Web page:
Expanding excellence: Somerset Academy Skyway

Leadership. Service. Small classes. College prep. 

These are the guiding principles of a new charter school in Goodyear that is Arizona’s first campus of the international Somerset Academy chain that is succeeding with low-income populations. 

“It’s a family-like atmosphere with a private-school feel with uniforms and high expectations,” said Jennifer Carmichael, the founding principal of the newly-opened Somerset Academy Skyway Campus. “We are not traditional in any sense. It’s more about how can we get kids to do something we know is inside them and bring that leadership forth whether its music, arts, sports or academics.”

Somerset schools serve mostly low-income and minority communities. 

The international chain’s philosophy revolves around providing a small, tight-knit community focused on individualized attention. Many of its schools have earned high rankings on national score cards like the annual U.S. News & World Report’s best schools edition.  

Somerset awarded “best of class” funding  

Somerset Academy Skyway Campus is one of five schools selected to receive a grant through a new privately-funded program designed to help high quality district, magnet and charter schools expand, especially those serving low-income students.

The program, the inaugural A for Arizona Expansion Fund, awarded $300,000 this year to the five schools. The first-of-its-kind, statewide grant program is an initiative of the non-profit Arizona Chamber Foundation in partnership with the Arizona Chamber of Commerce & Industry. The campaign was jump started by a grant from The Bob & Renee Parsons Foundation.

Somerset received a $40,000 grant from the initiative for technology. Principal Carmichael used the money to buy 50 chromebooks, 50 ipads and storage wheel carts for the computers.  

“This put us on target for our technical needs,” Carmichael said about the grant. “It’s going to get us off to a great start.”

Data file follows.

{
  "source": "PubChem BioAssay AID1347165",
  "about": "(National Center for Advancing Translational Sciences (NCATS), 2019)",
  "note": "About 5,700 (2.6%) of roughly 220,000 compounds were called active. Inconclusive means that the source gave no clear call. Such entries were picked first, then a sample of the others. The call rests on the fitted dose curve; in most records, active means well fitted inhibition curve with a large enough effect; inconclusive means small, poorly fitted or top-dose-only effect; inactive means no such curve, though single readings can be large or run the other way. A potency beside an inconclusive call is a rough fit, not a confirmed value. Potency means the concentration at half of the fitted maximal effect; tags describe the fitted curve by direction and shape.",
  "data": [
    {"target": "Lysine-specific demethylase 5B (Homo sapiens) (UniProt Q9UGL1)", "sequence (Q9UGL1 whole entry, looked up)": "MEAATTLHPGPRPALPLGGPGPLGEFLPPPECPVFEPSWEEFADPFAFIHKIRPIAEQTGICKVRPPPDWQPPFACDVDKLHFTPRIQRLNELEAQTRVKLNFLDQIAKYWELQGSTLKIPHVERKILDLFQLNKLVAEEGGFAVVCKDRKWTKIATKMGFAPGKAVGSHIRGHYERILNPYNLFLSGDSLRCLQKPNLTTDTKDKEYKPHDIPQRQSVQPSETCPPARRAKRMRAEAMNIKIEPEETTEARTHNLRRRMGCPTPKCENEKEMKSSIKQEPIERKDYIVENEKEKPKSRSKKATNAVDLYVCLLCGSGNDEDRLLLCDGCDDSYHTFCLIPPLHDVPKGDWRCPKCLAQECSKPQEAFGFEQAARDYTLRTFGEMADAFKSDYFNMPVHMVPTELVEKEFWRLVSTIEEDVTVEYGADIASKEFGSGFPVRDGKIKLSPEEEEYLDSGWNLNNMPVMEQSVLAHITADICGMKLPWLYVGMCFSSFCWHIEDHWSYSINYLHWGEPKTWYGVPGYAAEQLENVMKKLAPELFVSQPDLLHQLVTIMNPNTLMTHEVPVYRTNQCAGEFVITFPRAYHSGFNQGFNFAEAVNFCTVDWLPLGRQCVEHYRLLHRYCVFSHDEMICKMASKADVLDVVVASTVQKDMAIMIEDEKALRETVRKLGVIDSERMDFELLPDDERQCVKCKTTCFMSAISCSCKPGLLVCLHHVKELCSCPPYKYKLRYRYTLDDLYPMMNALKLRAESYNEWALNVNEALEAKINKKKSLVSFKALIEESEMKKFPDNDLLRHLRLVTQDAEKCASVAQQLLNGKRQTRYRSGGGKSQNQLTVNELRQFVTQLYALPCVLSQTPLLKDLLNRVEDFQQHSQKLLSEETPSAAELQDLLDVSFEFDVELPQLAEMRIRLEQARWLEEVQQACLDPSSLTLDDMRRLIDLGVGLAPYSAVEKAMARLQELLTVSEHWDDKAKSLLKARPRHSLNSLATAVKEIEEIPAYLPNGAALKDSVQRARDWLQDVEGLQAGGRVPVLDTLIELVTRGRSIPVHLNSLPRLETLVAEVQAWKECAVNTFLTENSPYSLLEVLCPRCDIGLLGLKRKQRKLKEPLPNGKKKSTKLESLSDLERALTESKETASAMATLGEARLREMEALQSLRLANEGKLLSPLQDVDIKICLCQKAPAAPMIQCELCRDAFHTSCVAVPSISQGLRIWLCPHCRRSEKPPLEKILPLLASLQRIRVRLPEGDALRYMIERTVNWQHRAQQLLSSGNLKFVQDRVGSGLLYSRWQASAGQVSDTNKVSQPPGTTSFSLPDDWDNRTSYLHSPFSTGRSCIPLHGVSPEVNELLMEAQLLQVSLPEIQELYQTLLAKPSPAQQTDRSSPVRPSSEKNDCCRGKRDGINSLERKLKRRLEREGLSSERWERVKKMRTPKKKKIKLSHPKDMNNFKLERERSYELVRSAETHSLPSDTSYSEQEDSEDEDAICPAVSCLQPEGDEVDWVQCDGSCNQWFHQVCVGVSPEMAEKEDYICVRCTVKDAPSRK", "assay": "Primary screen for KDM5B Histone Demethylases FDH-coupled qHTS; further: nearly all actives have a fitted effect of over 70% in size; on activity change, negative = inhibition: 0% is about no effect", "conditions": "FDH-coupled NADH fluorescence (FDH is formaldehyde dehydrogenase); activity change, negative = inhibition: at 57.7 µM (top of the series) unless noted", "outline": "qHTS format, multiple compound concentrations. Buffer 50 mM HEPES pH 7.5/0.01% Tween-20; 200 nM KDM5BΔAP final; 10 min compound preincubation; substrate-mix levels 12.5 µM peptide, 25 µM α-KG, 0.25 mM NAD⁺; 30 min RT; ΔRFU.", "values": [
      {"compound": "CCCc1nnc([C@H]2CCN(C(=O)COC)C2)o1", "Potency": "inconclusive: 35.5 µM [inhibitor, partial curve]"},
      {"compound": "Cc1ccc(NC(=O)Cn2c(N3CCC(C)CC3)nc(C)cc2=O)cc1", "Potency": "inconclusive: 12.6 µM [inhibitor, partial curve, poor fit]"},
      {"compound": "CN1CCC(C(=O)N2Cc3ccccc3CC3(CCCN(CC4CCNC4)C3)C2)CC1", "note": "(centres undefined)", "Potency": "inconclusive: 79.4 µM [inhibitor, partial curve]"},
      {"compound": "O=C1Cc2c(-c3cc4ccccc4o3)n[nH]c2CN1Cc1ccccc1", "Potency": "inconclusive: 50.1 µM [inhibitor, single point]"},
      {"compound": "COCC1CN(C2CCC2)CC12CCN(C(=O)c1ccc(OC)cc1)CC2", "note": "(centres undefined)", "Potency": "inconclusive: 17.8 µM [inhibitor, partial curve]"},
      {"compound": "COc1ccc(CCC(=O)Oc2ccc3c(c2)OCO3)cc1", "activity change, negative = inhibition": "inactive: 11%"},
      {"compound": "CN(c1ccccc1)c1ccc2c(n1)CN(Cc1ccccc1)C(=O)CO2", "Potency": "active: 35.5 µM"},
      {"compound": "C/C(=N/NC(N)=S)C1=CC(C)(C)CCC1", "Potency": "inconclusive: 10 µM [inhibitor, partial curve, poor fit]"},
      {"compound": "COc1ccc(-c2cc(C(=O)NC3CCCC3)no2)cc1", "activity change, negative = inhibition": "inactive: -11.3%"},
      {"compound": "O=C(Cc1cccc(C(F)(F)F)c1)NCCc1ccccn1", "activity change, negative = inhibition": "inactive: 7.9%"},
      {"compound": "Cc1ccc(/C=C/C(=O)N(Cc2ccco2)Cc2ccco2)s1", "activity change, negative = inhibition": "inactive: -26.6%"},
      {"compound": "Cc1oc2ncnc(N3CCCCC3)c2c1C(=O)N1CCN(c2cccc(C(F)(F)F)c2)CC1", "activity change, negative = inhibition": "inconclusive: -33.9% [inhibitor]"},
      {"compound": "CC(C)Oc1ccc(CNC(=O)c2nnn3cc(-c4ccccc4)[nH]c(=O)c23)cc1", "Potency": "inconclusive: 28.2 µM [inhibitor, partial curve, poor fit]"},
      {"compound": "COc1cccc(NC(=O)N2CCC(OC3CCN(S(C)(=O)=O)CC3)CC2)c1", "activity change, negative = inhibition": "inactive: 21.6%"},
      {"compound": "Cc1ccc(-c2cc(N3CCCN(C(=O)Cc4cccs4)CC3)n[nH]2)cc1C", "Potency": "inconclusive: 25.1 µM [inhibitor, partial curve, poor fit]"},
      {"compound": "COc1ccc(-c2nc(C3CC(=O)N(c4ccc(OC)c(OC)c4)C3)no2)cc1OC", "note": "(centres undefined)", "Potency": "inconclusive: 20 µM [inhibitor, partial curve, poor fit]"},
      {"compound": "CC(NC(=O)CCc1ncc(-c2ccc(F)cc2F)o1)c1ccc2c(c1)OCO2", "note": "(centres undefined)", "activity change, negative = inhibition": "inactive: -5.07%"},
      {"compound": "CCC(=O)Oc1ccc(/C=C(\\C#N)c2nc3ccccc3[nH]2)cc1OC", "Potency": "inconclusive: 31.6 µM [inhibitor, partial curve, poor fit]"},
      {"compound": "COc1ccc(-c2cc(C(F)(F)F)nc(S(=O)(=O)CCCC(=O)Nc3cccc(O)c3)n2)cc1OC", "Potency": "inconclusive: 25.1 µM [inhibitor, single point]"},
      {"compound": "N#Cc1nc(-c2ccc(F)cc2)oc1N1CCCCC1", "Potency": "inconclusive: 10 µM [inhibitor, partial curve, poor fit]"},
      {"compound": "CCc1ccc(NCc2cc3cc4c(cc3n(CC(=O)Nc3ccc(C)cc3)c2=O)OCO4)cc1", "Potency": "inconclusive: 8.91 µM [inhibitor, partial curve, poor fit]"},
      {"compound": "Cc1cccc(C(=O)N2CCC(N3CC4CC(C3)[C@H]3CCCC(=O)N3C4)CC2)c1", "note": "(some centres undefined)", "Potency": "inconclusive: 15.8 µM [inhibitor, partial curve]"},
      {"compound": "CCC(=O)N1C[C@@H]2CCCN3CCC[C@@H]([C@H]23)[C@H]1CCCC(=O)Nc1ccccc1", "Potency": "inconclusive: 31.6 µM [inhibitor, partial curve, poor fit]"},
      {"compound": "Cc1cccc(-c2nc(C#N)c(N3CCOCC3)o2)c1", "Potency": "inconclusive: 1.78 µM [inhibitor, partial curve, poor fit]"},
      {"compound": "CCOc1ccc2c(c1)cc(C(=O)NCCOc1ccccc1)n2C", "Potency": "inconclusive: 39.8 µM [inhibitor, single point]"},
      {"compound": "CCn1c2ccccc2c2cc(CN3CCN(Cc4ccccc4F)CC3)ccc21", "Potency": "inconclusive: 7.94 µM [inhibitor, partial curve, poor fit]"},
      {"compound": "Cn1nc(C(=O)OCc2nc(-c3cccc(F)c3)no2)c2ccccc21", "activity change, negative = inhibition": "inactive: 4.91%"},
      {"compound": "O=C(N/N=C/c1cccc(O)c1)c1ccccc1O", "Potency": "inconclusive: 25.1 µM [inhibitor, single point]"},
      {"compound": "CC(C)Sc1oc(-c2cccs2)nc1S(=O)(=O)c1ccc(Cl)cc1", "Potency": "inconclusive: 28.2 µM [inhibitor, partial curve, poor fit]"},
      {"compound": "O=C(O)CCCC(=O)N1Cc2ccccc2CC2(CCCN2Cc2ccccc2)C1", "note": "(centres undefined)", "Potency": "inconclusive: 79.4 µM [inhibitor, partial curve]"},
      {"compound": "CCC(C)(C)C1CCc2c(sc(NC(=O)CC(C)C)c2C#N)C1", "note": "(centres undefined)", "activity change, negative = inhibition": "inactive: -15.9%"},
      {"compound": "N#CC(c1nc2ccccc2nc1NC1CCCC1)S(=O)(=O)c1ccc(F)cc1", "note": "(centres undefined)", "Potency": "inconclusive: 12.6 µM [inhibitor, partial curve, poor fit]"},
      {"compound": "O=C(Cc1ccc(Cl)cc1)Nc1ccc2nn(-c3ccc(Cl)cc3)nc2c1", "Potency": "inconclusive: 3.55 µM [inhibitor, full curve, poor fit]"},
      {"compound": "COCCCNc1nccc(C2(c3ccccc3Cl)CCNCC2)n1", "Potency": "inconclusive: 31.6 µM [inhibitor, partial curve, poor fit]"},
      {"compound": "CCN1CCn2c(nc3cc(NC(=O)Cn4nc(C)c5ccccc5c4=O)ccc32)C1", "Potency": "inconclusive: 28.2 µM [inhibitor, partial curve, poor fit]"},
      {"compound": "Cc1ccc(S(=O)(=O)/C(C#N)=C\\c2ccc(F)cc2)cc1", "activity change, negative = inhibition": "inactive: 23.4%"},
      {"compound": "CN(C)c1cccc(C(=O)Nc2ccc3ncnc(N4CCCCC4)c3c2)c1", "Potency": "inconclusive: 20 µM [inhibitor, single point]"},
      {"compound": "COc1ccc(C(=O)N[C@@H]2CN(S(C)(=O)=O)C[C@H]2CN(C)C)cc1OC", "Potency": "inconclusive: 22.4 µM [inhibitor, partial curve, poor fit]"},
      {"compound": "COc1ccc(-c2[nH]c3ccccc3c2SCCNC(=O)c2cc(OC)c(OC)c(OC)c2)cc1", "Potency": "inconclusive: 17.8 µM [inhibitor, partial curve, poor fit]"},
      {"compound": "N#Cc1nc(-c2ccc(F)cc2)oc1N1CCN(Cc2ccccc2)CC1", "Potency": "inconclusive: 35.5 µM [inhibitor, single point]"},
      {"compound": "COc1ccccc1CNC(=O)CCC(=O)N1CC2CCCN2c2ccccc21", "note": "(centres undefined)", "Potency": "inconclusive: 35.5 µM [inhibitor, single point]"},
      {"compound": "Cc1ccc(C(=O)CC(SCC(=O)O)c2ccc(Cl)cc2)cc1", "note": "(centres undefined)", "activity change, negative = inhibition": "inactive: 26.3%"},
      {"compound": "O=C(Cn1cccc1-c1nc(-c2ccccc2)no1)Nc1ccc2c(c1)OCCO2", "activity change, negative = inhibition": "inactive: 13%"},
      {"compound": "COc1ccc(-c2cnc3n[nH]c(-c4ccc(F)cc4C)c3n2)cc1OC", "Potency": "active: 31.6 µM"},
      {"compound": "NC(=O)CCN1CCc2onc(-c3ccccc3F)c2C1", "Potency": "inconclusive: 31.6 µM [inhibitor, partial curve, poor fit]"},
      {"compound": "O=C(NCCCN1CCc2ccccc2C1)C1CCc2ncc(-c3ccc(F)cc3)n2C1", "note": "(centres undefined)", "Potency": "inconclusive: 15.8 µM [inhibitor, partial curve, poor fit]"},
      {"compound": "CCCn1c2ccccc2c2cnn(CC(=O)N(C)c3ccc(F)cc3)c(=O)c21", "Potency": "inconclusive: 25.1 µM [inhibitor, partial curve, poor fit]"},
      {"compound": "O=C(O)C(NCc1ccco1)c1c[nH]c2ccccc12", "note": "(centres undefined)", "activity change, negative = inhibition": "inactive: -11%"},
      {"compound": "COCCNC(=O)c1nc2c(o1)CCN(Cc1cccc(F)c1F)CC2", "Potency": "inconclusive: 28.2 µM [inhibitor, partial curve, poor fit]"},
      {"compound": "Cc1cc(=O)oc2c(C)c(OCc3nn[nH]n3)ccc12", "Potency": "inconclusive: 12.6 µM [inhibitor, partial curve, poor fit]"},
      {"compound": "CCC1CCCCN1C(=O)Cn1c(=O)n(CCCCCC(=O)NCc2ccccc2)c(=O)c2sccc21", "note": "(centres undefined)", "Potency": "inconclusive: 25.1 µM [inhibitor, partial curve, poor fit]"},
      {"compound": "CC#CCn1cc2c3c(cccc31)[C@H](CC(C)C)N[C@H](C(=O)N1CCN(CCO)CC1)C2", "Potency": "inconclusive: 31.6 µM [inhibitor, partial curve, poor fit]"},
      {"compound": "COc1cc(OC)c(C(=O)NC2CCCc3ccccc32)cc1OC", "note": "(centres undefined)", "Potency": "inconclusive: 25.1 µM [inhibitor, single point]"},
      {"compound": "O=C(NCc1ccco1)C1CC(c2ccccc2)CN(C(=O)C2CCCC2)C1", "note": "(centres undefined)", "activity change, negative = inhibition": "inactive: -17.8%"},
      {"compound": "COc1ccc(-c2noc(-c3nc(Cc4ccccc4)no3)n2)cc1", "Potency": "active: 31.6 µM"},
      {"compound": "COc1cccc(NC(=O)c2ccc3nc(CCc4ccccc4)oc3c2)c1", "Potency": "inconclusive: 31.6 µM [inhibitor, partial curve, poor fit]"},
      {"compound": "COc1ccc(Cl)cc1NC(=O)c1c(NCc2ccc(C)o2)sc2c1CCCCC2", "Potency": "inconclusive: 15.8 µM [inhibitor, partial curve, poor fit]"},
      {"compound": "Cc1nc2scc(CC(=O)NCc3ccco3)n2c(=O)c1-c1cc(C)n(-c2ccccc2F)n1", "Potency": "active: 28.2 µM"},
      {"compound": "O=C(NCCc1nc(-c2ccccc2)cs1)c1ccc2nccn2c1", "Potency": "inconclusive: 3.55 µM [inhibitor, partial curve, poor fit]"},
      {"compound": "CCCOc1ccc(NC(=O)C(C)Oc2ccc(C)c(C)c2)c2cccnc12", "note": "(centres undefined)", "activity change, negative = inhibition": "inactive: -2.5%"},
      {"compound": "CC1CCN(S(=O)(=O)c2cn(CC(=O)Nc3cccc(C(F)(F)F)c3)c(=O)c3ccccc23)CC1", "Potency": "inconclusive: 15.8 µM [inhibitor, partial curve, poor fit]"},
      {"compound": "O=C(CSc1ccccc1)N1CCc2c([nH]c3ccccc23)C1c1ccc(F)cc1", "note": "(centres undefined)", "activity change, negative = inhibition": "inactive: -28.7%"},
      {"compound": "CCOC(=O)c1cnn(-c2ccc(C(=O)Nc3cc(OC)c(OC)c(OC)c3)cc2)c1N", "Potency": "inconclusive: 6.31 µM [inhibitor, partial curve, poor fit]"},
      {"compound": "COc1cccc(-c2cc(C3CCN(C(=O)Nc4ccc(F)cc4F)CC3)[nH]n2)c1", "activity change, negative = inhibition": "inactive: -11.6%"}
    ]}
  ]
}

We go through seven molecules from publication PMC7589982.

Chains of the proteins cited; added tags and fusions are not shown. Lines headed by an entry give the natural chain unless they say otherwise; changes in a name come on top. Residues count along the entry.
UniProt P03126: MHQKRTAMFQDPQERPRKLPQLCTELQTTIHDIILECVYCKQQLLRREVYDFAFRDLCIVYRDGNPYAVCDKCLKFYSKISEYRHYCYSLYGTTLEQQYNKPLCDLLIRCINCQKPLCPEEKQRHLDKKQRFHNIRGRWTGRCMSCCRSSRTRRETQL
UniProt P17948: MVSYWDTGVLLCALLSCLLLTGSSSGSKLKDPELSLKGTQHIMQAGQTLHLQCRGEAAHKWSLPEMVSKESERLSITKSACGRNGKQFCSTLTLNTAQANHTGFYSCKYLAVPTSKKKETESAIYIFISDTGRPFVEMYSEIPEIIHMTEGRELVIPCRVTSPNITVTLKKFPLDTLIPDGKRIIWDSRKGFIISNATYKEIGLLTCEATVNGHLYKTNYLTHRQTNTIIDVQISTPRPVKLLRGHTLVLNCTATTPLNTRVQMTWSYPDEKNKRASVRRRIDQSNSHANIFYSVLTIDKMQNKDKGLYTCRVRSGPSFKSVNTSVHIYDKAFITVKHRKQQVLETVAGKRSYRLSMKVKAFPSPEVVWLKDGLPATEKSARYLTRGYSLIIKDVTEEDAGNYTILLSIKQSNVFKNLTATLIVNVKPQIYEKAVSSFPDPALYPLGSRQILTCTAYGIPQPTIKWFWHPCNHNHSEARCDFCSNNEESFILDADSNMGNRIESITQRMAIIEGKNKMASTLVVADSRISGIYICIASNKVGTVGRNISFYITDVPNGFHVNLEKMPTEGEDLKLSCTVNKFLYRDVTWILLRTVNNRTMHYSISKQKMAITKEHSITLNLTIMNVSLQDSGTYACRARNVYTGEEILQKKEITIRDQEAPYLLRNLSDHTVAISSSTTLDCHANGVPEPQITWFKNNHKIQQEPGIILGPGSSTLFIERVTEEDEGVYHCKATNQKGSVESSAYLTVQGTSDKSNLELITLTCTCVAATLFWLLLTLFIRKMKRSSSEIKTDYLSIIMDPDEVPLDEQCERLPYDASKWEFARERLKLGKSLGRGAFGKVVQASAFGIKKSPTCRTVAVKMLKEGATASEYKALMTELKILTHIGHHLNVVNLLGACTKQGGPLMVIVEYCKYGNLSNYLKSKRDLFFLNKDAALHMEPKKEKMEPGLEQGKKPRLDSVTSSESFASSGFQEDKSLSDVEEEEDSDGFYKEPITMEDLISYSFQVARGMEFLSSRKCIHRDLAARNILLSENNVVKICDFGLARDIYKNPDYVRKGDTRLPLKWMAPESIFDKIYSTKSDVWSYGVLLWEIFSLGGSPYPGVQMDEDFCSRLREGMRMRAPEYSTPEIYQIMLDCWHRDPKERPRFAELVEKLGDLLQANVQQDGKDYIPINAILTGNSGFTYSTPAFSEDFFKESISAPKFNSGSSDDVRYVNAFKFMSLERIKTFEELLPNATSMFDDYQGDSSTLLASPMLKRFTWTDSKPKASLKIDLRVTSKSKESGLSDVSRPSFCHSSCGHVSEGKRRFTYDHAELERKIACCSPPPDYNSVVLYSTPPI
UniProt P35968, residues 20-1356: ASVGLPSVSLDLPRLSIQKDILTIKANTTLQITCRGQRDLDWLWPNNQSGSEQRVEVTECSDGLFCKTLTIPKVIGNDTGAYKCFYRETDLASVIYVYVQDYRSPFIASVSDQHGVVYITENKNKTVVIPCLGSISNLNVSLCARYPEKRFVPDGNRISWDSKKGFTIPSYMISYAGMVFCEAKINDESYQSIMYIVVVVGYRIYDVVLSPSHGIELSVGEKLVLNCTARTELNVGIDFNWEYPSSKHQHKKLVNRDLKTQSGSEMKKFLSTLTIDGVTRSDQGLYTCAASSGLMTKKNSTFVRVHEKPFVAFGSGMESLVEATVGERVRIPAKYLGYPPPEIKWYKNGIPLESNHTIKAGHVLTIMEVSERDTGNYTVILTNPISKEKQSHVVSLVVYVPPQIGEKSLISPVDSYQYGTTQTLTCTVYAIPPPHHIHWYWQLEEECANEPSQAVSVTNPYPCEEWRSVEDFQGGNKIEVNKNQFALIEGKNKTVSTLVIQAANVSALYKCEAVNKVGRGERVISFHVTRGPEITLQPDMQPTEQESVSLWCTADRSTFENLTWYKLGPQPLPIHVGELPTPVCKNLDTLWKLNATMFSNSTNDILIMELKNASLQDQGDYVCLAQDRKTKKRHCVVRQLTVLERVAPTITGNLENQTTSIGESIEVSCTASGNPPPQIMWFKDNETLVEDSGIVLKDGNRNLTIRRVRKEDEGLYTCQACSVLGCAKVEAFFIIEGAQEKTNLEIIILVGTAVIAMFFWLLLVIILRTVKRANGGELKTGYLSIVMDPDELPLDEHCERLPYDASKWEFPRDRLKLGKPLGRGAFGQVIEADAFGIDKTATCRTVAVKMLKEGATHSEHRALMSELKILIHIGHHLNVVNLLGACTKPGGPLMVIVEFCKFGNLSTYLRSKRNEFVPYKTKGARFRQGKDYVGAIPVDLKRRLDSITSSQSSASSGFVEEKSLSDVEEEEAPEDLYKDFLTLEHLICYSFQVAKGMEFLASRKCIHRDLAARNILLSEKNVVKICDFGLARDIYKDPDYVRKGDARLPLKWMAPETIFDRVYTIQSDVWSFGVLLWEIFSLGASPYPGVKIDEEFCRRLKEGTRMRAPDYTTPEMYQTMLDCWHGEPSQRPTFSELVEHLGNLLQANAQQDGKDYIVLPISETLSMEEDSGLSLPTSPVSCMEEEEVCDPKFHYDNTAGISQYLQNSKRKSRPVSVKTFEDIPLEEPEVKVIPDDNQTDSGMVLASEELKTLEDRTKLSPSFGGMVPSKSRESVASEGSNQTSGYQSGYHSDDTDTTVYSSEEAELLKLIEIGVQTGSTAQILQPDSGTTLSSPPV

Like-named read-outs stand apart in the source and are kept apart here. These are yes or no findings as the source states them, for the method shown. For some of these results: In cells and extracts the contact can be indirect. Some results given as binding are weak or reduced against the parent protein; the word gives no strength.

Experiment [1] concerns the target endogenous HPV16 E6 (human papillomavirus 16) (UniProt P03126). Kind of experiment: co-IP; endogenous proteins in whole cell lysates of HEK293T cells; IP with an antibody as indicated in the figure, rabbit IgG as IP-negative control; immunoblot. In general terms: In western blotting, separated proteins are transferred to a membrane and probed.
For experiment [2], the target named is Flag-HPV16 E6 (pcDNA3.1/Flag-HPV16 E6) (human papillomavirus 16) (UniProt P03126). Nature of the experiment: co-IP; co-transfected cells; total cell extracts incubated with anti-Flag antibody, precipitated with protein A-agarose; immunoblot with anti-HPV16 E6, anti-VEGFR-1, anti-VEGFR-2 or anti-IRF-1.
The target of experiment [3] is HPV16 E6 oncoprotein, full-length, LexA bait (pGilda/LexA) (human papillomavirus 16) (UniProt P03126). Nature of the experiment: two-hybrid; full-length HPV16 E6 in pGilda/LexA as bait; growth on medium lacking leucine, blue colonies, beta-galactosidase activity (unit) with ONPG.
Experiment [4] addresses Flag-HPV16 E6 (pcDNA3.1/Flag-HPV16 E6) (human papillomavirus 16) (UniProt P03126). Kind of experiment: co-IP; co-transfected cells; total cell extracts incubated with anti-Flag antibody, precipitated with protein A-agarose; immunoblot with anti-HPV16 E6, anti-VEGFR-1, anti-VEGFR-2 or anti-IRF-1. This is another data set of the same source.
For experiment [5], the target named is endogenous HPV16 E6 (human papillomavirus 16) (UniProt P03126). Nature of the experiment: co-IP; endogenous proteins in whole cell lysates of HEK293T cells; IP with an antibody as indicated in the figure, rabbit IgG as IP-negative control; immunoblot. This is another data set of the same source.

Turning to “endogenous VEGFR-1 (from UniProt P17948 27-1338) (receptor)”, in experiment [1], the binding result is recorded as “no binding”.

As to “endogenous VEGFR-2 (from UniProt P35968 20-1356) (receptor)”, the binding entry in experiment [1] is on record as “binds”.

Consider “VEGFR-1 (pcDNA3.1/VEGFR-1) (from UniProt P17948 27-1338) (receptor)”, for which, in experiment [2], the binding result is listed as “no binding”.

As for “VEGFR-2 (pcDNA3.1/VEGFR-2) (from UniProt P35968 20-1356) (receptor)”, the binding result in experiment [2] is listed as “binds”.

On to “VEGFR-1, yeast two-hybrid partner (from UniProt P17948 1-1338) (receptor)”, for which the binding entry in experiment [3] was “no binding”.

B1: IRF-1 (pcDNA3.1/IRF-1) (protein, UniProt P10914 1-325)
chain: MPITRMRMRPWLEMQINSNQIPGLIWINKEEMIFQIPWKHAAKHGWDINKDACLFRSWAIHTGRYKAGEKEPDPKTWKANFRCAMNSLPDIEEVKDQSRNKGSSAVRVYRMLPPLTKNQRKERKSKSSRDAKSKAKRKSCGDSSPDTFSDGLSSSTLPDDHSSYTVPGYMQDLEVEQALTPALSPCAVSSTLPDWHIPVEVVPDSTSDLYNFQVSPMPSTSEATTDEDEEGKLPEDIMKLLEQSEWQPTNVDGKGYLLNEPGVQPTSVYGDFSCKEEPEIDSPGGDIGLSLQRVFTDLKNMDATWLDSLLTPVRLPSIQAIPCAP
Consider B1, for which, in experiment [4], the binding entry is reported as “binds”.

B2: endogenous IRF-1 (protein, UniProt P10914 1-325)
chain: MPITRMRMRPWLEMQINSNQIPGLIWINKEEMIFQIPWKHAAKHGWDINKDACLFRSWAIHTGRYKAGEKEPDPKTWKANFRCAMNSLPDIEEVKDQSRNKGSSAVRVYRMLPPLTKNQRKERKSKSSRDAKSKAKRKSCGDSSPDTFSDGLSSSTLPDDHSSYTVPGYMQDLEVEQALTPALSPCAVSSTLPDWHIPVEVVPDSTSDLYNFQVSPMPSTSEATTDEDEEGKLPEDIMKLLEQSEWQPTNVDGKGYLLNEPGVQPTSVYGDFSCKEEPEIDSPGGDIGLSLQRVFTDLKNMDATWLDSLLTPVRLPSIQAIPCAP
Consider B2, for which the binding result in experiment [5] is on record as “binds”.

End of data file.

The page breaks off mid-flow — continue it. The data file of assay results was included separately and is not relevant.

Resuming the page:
Reaching out to families 

A longtime educator, Carmichael spent more than four months visiting nearby coffee shops, movie theaters, restaurants, outdoor events and going door to door to introduce herself to families and tell them about the school and its philosophy. 

The message appealed to families. A total 104 students showed up the first week. Carmichael’s goal is to enroll 325 students this year. 

Currently, the school is operating as a K-5. Eventually, it will be a K-12 school with a Cambridge International or International Baccalaureate program, Carmichael said. Once fully built out, it will serve 800 students. 

About 50 percent of the current students are on free and reduced lunch programs. More than 50 percent are Latino students. 

“Contrary to the stereotype of charter schools, Somerset does not take just the “cream of the cream,” she said. “We’re going to take any child who comes in the door, wherever they come from.” 

Personalized, collaborative approach   

One of the reasons the Somerset model succeeds is class size, Carmichael said. Kindergarten and first grade are limited to 22 students and all other grades to 25. 

Another is the collaborative model in which students, teachers, parents and staff “establish, achieve and celebrate” individual goals for each child. Partnerships with colleges and other organizations are part of the recipe. 

Started in a two room school in Miramar, Florida, in 1997, Somerset Academy operates 71 schools today in Florida, Nevada, Texas and Spain. The schools are supported by Academica, one of the nation’s longest-serving education service providers for public charter schools. Academica is considered one of the most successful providers with dozens of its schools receiving high rankings on annual report cards.

This year, U.S. News & World Report ranked Somerset’s International Studies Charter High School in Miami as the fourth top charter school in the nation. The AP participation rate is 100 percent. Minority enrollment is 76 percent and 96 percent of students are economically disadvantaged.

The school was formed by the Spanish, Italian, and French Embassies in association with Miami-Dade County Public Schools. Academic-minded students who attend the school learn in English, Spanish, Italian and French. 

First A for Arizona Expansion Fund Grantees

The inaugural A for Arizona grant program provided expansion funding for 2,000 additional students at five schools and districts: 

  • Arizona Charter Academy, Surprise 
  • Academy of Math & Science, Glendale 
  • Mexicayotl Academy and Nogales Unified School District, Nogales
  • Somerset Academy Skyway Campus, Goodyear 
  • Vail School District, Vail

To read more about the schools and how they are using their expansion funds, go to A for Arizona grantees.

Victoria Harker

Nick Serpa

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